Fish and Co
Ambiance = 70 – 75
Presentation = 75 – 80
Taste = 75 – 80
Price = P900 per person.

Wednesday, May 30, 2007


Got this brilliant text message yesterday from my mentor, Professor Cruz: “If you can’t find the book you wish to read, write it.” Brilliant idea! Simply brilliant! Now why didn’t I think of that in the first place?

Thursday, May 03, 2007

Help Wanted: All Around Mom

I just read this post by Reuters at Yahoo! The title of the post reads, “Stay-at-home mother's work worth $138,095 a year” and is reported by Ellen Wilfhorst. The story goes like this:

“If the typical stay-at-home mother in the United States were paid for her work as a housekeeper, cook and psychologist among other roles, she would earn $138,095 a year, according to research released on Wednesday………..
The 10 jobs listed as comprising a mother's work were housekeeper, cook, day care center teacher, laundry machine operator, van driver, facilities manager, janitor, computer operator, chief executive officer and psychologist, it said.
The typical mother puts in a 92-hour work week, it said, working 40 hours at base pay and 52 hours overtime.”

I find this post rather bizarre and laughable in the sense that they even put a price tag on a Mom’s work! Talk about a materialist’s world! How can one place a price tag on a mother’s labor of love? It is simply priceless and cannot be evaluated by any modern accounting methods! I mean, if you dangle $138,095 or Php6,766,655 (at Php49:$1) as yearly salary, would any lady apply for a housewife? Errrr, come to think of it, yeah, of course, I mean where can you find a 140 gram job nowadays and in dollars (Good thing I lived in the Philippines where everything is cheap…………..)! Seriously, what’s the difference between a McDonald’s burger and the good, o’l homemade mom’s burger? Never mind about the “possible” fact that McDonald’s burger might taste better than mom’s burger but consider the effort and thought that went with the simple burger. Mom would be up early in the morning way before anybody else in the household is up just to prepare that special mom’s burger for breakfast just for you and she timed it in such a way that once you wake up in the morning, you’ll have that burger on your table, not too hot, not too cold but just right. And it comes in the tenderness, the juiciness, and the size and the portion that you always come to expect but take it for granted (even if it may not taste as great as a burger from McDonald’s). Plus, there is more to it. Mom’s burger comes with a huge free load of advice and lectures like drink your milk, eat your breakfast, don’t play with your food, hurry up and finish your breakfast or you’ll be late for school… etc (moms can be annoying sometimes). Come to think of it, can I have the Mcdo burger instead. “ ) Ok, maybe the burger comparison is a bad idea but the question I’m posing here is, “what is a mom all about?” Is she a slave of ours? Is she a housekeeper? A laundry woman? A cook? Yes and no! A mom is more than that. A mom is a person that gave us life. She is the one that cuddle us when we were young, weak, and defenseless. She is the person that nurse us to strength. She is our first teacher that taught us the ABC’s and the life long mentor that taught us the ABC’s of life. She is the person that would wake up in the middle of the cold night and cover us with a blanket without us knowing about it. Now, price that! And even though we could price a mother’s love, can we ever pay it back? And if we do and can pay that back in hard cash, would she even accept it? And granted that she did accept that payment we gave her, would we feel satisfied that we gave her, her fair due? She gave us all her youth, her vigor, her thoughts, her life, her everything. Would a wad of cash be sufficed to pay for a back made bent from nurturing us? Never. Ever! Mothers are perhaps the most wonderful person in this world and at the same time, the most under appreciated person in the world as well. It’s about time that we show them our heartfelt appreciation not by paying her for the work she has done for us in $ but by a warm hug.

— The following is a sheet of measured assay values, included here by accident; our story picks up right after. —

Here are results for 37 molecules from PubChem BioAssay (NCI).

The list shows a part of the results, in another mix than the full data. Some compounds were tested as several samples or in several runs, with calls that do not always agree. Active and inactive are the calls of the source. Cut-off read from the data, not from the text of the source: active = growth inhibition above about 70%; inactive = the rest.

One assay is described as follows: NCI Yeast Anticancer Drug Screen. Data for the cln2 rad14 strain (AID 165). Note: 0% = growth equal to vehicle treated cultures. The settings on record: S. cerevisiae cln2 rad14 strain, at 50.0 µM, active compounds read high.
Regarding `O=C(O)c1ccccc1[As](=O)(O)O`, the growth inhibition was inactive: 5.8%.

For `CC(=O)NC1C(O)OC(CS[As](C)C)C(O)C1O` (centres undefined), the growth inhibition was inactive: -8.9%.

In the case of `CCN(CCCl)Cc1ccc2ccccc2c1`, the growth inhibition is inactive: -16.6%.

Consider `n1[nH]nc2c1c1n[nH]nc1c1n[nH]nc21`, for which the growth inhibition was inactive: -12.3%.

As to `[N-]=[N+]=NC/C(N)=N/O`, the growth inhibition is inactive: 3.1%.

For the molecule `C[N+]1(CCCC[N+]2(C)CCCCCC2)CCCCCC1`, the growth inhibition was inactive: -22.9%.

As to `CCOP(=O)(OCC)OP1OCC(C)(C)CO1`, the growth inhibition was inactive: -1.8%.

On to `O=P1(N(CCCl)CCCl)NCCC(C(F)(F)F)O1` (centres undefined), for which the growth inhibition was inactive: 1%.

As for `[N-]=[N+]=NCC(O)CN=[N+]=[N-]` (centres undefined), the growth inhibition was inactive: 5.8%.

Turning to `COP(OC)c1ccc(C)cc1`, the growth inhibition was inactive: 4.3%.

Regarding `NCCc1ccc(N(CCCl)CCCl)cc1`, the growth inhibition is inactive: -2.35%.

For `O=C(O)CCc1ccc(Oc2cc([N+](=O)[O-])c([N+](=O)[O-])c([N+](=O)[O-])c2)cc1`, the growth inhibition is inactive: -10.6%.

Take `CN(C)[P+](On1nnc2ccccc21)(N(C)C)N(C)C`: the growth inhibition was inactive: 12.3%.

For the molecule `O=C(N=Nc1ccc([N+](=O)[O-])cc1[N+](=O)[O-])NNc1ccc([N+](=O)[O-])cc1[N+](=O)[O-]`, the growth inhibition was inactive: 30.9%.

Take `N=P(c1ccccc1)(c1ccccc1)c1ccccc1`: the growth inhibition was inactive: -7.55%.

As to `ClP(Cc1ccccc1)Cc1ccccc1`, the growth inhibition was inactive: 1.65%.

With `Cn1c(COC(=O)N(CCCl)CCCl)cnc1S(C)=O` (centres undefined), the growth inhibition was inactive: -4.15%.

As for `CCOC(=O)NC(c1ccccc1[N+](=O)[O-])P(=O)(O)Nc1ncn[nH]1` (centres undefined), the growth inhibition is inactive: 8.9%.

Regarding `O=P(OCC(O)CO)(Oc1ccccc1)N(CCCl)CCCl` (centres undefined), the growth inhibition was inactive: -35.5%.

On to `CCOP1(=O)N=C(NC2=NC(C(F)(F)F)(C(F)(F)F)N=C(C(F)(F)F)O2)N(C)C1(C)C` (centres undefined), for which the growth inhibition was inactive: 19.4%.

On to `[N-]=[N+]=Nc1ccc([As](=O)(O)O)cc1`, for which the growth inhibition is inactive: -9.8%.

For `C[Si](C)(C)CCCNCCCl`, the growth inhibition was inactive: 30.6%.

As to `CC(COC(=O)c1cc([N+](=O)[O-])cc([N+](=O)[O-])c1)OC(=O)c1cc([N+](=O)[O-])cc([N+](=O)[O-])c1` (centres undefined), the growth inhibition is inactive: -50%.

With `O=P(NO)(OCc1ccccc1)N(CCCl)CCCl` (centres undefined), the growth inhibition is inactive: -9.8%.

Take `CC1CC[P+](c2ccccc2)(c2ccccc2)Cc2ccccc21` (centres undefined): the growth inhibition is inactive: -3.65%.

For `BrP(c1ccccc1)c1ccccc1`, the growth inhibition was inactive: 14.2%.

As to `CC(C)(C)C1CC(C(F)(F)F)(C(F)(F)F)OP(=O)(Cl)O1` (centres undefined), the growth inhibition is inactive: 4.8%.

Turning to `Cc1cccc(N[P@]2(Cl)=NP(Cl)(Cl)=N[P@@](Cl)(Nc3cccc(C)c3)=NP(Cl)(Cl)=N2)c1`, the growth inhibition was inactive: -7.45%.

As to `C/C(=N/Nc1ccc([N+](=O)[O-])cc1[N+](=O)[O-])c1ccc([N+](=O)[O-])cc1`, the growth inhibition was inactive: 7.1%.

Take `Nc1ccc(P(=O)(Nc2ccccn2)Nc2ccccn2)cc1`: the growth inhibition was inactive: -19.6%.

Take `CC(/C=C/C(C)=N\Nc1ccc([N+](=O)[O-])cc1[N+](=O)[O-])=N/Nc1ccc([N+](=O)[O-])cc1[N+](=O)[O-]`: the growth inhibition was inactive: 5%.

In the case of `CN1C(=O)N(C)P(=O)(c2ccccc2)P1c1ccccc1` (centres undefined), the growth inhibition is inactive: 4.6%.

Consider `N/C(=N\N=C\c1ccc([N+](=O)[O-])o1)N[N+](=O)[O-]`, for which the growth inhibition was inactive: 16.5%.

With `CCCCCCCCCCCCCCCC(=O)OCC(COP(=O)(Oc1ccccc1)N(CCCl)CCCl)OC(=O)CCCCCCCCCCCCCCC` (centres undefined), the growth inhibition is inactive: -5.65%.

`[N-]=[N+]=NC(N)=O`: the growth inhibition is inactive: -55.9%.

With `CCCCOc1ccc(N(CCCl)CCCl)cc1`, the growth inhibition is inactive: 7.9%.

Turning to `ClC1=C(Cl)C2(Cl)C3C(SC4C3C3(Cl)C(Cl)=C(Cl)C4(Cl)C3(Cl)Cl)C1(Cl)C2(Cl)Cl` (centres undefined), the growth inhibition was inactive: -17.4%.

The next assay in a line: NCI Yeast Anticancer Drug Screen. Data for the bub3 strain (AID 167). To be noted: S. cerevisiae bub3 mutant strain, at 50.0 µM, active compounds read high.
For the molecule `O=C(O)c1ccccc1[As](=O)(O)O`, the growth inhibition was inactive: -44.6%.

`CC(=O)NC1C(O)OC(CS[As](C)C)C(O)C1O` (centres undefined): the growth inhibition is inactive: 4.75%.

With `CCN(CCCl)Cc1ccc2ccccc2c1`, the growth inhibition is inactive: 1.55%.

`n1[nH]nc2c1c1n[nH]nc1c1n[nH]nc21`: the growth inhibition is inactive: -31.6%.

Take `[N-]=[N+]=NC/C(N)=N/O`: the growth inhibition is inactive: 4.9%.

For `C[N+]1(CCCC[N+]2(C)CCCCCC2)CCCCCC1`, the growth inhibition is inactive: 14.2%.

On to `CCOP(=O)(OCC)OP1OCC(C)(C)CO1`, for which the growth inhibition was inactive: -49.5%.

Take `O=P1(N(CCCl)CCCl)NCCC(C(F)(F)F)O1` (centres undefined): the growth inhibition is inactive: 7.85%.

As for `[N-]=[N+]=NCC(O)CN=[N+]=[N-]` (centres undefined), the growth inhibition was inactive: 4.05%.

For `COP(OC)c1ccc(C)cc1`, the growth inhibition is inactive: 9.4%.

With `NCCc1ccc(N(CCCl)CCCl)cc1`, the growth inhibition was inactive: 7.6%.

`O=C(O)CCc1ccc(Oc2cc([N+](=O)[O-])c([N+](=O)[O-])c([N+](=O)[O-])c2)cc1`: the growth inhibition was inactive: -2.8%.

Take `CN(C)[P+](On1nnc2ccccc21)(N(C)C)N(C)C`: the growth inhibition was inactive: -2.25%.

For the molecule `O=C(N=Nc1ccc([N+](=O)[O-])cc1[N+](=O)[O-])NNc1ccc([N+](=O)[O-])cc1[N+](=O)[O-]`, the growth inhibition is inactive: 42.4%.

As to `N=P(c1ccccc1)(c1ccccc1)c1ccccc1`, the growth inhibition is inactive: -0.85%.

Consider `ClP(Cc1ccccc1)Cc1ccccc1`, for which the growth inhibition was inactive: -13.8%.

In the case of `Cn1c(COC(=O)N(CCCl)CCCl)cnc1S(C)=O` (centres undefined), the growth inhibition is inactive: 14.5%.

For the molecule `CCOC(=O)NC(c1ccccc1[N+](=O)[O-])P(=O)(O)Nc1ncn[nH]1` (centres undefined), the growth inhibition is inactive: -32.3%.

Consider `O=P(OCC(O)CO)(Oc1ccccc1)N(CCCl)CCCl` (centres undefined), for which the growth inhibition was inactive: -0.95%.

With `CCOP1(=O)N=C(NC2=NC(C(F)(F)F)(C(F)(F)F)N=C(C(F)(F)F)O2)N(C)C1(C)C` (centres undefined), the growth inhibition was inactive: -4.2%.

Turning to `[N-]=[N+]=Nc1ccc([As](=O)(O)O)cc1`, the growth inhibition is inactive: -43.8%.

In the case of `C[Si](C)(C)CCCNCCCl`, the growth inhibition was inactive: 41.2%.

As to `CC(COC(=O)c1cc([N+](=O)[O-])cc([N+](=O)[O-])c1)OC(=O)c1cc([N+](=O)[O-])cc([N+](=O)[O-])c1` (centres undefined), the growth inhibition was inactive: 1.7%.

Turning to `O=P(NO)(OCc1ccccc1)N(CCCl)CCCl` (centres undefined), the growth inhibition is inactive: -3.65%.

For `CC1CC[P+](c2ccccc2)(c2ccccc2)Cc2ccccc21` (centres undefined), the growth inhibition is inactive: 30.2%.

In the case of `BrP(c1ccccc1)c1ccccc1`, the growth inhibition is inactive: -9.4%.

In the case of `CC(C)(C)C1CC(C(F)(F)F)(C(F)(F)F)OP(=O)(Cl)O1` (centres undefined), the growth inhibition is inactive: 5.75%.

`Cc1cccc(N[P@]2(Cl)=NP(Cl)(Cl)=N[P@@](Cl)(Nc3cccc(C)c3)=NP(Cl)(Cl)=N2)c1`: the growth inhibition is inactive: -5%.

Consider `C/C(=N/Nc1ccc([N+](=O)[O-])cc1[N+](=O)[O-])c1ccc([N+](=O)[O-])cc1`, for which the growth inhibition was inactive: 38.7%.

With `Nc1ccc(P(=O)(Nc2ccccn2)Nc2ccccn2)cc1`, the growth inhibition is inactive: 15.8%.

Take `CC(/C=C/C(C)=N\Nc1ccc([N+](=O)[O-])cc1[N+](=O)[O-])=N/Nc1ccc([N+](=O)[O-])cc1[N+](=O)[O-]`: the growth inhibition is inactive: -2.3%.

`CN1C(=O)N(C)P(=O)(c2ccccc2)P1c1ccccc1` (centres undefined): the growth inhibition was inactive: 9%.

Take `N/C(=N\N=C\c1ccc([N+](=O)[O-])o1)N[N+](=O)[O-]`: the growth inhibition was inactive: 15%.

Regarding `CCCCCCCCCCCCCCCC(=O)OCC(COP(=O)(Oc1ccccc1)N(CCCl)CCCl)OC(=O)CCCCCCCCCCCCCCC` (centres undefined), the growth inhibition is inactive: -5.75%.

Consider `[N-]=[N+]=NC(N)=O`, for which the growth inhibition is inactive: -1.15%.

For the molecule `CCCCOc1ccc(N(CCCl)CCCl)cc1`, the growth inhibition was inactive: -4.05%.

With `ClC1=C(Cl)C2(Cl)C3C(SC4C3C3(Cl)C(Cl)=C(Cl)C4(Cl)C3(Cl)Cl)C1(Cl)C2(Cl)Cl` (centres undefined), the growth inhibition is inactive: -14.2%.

Happy Mother’s Day (May 13).

P.S. That is why we have a day for Mothers.

Wednesday, April 11, 2007